DAVE DAVIES, host:
"Incendies," the title translates as scorched, is a French-Canadian film that was nominated for a 2010 Academy Award. The movie tells the story of a woman from the Middle East who survived her country's civil war. After her death, her grown children try to reconstruct the events of her life. Film critic David Edelstein has this review.
DAVID EDELSTEIN: In the overture to "Incendies," a group of small boys have most of their hair shaved off by soldiers. The boys are bloodied and bruised. Some sort of attack has plainly just happened. The music underscoring this is Radiohead's sad, slurred, "You and Whose Army?"
One boy, who has three vertical dots tattooed on the back of his foot, stares into the camera with a look of monstrous hate, a stare that eats into the mind.
It's not until the end of the film that you understand the full implications of that stare, what led up to it, and what happened afterward. When you do, it hits you like a blow. "Incendies" is a detective story, a tantalizing puzzle movie. It's set in Quebec and in an unnamed Middle Eastern country that's pretty clearly Lebanon. A pair of twins in their 20s - Jeanne and her strangely hostile brother, Simon - attend the reading of their late mother's will, which instructs them to locate a father they thought had died decades earlier and a brother they never knew existed.
And as they embark on what amounts to a grim scavenger hunt, there are flashbacks of their mother, Nawal, a Christian woman who's disgraced when she falls in love with a Muslim refugee, whom her brothers promptly murder. She has a baby that is taken away, and then her grandmother sends her off to a university in a distant city. But civil war breaks out, and Nawal careens from bloody horror to bloody horror, as right-wing Christian militias massacre Muslims, and Muslims massacre Christians right back.
Because Simon found his mother distant and unreliable, it's the daughter, Jeanne, a graduate student who teaches, quote, "pure mathematics" in Montreal, who travels to the Middle East and learns about the mother she only thought she knew. There is one thunderous revelation after another, a snarl of atrocities and assassinations.
You'd never guess "Incendies" is based on a play by Quebec writer Wajdi Mouawad, who fled a war-ravaged Lebanon for France when he was eight. Director Denis Villeneuve has made it breathe onscreen, so that you feel as if you're moving with the characters through a maze - sometimes literally, as when Simon finally comes to the Mideast and visits a makeshift refugee village in search of the Muslim warlord who can provide the final piece of the puzzle.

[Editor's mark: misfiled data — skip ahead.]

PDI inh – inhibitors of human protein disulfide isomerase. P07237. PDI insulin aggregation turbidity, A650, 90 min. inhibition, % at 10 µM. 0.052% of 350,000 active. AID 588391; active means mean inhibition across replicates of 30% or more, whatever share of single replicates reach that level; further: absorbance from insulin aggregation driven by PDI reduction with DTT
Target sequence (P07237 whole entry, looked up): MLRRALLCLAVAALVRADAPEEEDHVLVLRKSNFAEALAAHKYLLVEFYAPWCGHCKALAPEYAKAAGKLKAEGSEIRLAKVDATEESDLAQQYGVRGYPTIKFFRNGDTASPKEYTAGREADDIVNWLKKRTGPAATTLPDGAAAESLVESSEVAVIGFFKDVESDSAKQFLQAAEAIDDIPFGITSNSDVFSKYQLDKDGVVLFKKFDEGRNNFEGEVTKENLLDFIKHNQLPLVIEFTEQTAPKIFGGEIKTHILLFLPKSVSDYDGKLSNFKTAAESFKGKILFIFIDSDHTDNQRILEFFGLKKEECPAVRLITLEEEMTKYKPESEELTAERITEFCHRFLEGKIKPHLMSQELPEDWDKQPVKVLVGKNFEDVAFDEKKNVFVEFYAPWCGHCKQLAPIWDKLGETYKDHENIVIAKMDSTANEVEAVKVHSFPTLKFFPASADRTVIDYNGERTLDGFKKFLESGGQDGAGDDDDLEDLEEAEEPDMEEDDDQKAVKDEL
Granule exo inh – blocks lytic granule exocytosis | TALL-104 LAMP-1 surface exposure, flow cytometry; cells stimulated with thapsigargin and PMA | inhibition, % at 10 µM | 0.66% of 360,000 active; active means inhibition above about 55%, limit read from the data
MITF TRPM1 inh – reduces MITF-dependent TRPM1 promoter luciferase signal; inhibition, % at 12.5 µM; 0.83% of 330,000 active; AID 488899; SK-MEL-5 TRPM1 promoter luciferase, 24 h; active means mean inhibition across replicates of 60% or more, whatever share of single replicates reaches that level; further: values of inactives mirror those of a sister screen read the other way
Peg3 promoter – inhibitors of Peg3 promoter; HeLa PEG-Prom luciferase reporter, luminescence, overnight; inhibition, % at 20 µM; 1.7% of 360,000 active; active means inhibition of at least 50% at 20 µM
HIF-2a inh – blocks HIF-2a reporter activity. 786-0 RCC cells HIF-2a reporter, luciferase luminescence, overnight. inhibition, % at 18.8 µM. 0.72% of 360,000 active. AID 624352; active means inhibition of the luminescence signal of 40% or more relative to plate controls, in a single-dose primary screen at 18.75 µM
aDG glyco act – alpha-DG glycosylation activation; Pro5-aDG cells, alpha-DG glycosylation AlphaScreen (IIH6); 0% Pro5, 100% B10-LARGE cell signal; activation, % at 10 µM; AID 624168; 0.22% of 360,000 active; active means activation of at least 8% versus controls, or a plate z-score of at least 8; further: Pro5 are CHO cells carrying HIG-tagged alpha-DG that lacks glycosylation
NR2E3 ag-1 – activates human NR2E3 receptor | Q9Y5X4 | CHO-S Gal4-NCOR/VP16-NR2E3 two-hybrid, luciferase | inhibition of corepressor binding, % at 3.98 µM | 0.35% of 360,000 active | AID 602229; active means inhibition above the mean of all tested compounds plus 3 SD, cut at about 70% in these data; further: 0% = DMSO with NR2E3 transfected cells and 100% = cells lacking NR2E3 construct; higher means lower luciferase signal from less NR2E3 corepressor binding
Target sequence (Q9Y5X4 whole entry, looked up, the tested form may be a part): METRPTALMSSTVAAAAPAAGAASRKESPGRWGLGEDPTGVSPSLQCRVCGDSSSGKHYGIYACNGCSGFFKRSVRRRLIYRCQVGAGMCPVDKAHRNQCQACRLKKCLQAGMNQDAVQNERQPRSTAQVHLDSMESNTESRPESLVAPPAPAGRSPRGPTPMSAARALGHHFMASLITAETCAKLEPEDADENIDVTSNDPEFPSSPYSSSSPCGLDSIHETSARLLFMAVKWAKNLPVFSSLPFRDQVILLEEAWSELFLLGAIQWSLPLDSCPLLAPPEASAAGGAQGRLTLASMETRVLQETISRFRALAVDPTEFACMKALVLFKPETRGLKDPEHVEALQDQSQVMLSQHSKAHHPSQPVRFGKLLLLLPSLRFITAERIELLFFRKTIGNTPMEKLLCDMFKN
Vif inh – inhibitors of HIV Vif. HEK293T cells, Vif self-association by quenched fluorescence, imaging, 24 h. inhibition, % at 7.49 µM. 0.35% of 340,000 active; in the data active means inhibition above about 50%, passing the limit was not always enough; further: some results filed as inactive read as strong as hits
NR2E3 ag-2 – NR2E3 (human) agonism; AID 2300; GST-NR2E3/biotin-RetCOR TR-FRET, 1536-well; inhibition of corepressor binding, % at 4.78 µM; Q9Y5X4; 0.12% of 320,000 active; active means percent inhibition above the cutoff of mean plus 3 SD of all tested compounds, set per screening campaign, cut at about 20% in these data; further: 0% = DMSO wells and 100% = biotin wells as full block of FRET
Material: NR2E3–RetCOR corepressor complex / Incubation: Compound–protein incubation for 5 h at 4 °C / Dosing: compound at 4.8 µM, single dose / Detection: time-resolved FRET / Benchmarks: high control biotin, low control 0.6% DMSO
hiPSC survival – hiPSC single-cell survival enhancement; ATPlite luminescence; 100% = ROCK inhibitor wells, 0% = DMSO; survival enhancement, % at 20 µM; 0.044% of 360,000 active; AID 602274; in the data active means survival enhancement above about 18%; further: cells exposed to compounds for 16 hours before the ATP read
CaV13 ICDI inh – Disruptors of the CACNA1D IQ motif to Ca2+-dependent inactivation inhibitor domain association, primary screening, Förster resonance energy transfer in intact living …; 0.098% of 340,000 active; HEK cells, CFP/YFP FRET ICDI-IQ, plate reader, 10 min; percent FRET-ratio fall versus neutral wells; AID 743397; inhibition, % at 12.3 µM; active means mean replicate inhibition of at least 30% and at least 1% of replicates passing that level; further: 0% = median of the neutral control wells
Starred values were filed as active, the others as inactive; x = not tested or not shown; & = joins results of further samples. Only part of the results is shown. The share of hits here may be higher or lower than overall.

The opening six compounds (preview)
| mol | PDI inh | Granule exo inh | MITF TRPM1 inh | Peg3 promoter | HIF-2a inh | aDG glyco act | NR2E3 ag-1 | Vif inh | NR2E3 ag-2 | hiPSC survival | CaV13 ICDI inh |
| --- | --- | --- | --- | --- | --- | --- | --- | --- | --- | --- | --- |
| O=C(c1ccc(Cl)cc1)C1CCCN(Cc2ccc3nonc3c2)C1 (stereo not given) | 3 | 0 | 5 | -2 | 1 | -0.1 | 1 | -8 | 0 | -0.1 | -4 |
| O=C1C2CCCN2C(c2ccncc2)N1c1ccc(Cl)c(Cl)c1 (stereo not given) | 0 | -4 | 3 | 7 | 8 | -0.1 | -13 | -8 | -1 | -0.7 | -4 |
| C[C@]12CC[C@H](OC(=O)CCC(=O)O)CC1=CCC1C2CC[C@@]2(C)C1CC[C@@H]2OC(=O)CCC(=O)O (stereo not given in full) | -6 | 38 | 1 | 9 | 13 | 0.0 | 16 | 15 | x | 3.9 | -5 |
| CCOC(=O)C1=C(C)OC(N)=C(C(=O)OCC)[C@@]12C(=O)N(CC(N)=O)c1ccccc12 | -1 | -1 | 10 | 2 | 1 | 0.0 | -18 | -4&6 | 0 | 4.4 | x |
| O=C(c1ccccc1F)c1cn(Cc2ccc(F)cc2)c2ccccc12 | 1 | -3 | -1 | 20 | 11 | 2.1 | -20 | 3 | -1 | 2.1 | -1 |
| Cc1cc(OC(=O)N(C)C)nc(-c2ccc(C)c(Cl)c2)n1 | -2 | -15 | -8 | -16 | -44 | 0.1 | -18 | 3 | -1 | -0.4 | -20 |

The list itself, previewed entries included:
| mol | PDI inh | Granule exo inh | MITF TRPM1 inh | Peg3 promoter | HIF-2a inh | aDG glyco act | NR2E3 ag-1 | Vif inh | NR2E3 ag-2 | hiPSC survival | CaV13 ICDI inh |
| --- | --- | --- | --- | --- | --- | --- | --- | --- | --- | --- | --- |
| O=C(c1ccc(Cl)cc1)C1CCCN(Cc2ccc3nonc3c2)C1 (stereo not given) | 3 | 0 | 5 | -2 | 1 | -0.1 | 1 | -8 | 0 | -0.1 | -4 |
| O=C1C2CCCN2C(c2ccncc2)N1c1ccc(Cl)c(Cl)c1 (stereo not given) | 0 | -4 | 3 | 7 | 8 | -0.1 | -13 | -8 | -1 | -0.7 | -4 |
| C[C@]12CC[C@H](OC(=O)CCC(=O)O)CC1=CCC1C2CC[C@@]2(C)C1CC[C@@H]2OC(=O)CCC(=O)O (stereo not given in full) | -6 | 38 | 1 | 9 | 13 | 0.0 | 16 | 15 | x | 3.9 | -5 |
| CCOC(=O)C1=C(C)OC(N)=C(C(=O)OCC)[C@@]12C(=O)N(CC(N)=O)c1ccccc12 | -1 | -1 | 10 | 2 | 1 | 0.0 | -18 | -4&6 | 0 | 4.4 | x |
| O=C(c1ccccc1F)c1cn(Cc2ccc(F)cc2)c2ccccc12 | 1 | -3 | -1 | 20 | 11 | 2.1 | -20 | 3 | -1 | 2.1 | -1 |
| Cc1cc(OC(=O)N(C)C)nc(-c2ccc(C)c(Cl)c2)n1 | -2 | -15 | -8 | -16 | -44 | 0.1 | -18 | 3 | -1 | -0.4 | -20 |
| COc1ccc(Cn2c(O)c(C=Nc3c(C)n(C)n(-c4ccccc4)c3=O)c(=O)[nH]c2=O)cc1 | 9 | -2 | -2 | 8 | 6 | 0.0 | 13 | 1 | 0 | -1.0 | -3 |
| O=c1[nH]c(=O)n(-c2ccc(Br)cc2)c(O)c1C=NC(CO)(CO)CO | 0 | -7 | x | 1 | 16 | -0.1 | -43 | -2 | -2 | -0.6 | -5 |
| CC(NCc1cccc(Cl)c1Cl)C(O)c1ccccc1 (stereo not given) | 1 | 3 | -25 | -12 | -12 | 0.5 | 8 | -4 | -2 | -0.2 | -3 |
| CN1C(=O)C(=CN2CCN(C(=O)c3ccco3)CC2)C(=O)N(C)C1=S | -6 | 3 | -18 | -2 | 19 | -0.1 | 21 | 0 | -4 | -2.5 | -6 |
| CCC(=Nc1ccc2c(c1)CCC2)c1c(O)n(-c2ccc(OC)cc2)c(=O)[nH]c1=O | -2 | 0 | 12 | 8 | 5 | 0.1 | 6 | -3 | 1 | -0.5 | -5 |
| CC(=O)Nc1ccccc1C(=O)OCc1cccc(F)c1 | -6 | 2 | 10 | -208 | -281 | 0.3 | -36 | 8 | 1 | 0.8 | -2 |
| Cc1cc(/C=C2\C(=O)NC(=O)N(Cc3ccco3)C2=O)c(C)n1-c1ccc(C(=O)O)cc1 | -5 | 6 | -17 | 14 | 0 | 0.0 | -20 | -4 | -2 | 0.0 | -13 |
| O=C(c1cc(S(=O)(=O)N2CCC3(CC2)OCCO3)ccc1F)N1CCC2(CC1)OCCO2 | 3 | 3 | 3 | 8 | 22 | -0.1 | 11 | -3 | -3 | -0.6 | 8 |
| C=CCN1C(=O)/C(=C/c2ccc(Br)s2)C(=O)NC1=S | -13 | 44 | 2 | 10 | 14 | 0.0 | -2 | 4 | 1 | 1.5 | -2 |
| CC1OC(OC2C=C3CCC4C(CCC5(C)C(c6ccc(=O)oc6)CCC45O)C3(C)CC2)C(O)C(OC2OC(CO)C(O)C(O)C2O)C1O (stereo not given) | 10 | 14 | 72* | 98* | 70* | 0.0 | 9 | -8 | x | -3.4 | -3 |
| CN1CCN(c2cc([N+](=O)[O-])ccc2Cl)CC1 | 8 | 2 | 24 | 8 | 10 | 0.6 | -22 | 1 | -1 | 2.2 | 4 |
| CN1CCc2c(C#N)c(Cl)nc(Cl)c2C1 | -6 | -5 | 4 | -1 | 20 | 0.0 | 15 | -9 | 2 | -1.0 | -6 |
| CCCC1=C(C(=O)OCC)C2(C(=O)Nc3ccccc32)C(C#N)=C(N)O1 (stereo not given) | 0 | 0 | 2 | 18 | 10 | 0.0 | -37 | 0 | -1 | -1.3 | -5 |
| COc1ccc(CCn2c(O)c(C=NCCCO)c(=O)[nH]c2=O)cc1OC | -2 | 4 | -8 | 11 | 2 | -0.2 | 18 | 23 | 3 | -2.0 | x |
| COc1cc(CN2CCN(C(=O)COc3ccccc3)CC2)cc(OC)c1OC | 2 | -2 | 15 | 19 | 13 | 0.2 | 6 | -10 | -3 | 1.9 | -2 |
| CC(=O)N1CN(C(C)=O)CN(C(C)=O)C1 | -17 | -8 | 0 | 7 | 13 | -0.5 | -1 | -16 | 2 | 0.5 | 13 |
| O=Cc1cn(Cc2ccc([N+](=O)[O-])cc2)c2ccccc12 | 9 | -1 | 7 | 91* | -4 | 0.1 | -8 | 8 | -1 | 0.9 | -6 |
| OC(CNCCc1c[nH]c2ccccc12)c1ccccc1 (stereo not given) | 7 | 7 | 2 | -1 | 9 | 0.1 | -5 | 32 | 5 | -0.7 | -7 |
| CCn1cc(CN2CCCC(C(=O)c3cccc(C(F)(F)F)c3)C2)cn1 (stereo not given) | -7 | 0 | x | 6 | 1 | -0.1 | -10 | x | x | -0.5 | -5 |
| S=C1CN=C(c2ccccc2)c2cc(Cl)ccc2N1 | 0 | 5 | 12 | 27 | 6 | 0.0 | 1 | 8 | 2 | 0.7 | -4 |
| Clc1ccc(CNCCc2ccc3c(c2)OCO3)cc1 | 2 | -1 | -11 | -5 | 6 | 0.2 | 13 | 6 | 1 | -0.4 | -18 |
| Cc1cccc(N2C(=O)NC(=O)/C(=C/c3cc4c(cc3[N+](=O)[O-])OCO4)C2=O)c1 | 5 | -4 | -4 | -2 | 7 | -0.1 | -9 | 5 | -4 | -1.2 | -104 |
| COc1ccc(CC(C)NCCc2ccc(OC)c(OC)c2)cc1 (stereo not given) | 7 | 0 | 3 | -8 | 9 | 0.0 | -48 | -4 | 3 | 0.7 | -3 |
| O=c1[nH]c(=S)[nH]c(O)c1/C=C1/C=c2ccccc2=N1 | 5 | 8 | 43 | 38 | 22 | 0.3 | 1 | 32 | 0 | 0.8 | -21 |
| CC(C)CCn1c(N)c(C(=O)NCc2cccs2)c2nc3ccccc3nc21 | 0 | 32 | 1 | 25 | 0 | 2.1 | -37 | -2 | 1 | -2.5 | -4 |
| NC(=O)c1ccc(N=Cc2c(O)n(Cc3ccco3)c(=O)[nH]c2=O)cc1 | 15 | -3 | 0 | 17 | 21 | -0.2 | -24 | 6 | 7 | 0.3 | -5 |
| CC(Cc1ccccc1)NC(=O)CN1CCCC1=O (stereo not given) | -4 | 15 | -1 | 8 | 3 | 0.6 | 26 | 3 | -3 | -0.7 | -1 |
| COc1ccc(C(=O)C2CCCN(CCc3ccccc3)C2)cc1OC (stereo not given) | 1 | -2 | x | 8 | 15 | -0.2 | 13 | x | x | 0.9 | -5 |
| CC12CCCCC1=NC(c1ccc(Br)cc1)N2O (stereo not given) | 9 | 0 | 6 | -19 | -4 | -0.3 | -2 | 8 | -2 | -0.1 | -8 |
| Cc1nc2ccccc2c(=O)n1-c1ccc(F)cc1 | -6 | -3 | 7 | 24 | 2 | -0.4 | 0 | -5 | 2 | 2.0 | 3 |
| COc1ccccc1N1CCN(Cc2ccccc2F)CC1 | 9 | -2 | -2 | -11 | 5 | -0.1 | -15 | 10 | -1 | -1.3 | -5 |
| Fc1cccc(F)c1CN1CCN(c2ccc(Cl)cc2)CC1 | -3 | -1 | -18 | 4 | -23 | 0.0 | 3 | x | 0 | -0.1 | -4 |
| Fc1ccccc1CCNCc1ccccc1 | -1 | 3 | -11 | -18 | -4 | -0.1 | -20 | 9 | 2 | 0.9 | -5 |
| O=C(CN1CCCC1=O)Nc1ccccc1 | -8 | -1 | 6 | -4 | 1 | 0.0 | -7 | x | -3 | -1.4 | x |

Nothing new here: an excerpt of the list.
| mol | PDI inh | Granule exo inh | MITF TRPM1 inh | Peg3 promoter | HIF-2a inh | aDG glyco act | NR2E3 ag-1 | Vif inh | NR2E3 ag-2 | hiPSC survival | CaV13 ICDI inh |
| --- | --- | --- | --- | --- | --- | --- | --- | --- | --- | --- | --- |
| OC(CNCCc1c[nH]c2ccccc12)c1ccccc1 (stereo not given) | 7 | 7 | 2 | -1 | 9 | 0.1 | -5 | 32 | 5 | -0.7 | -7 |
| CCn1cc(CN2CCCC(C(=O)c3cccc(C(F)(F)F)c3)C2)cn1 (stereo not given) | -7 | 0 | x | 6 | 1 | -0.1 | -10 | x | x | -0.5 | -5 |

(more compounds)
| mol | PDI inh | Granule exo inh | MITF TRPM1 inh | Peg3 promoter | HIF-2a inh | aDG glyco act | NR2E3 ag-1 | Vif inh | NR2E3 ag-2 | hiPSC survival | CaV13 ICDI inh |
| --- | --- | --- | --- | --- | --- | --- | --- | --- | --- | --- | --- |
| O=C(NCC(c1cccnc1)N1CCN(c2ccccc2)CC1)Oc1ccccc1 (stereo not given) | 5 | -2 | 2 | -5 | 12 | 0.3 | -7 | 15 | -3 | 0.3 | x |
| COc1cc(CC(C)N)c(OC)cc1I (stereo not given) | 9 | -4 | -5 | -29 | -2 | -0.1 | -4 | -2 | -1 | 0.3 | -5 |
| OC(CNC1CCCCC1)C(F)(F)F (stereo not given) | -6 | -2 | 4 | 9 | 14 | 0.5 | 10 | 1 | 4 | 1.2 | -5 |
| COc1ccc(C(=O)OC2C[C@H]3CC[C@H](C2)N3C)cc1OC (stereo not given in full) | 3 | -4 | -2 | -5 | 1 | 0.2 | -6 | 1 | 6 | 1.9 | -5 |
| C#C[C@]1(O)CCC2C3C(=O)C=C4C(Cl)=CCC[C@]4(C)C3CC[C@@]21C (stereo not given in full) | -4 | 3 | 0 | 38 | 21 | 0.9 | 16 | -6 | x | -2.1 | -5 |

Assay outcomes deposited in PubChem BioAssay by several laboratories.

As the mother, Nawal, the actress Lubna Azabal is riveting. You see her bludgeoned over and over, literally and figuratively, until she has wept all she can weep and tries to force herself to show nothing - a doomed enterprise.
The film is full of terrible incidents, including the murders of children. But Villeneuve's handling isn't cheap or exploitive. I could never watch certain sequences again, but I understood as I watched why I needed to see them.
Without giving anything away, I'll tell you that the final revelation, which comes in the last 10 minutes, is preposterous. It's where you do see "Incendies'" theatrical origins. It's not stagebound, but it's heavily symbolic, and what has seemed until now a fairly realistic movie becomes a myth - a lament for a culture in which families are perverted by what one character calls the merciless logic of reprisals.
The first two hours of "Incendies" don't quite gel with the last 10 minutes, but this remains an extraordinary piece of storytelling, a diagram of the chain of human suffering with a hellish sting in its tail.
DAVIES: David Edelstein is film critic for New York magazine. He reviewed the French-Canadian film "Incendies."
Coming up, TV critic David Bianculli on three offerings from HBO.
This is FRESH AIR.
NPR transcripts are created on a rush deadline by Verb8tm, Inc., an NPR contractor, and produced using a proprietary transcription process developed with NPR. This text may not be in its final form and may be updated or revised in the future. Accuracy and availability may vary. The authoritative record of NPR’s programming is the audio record.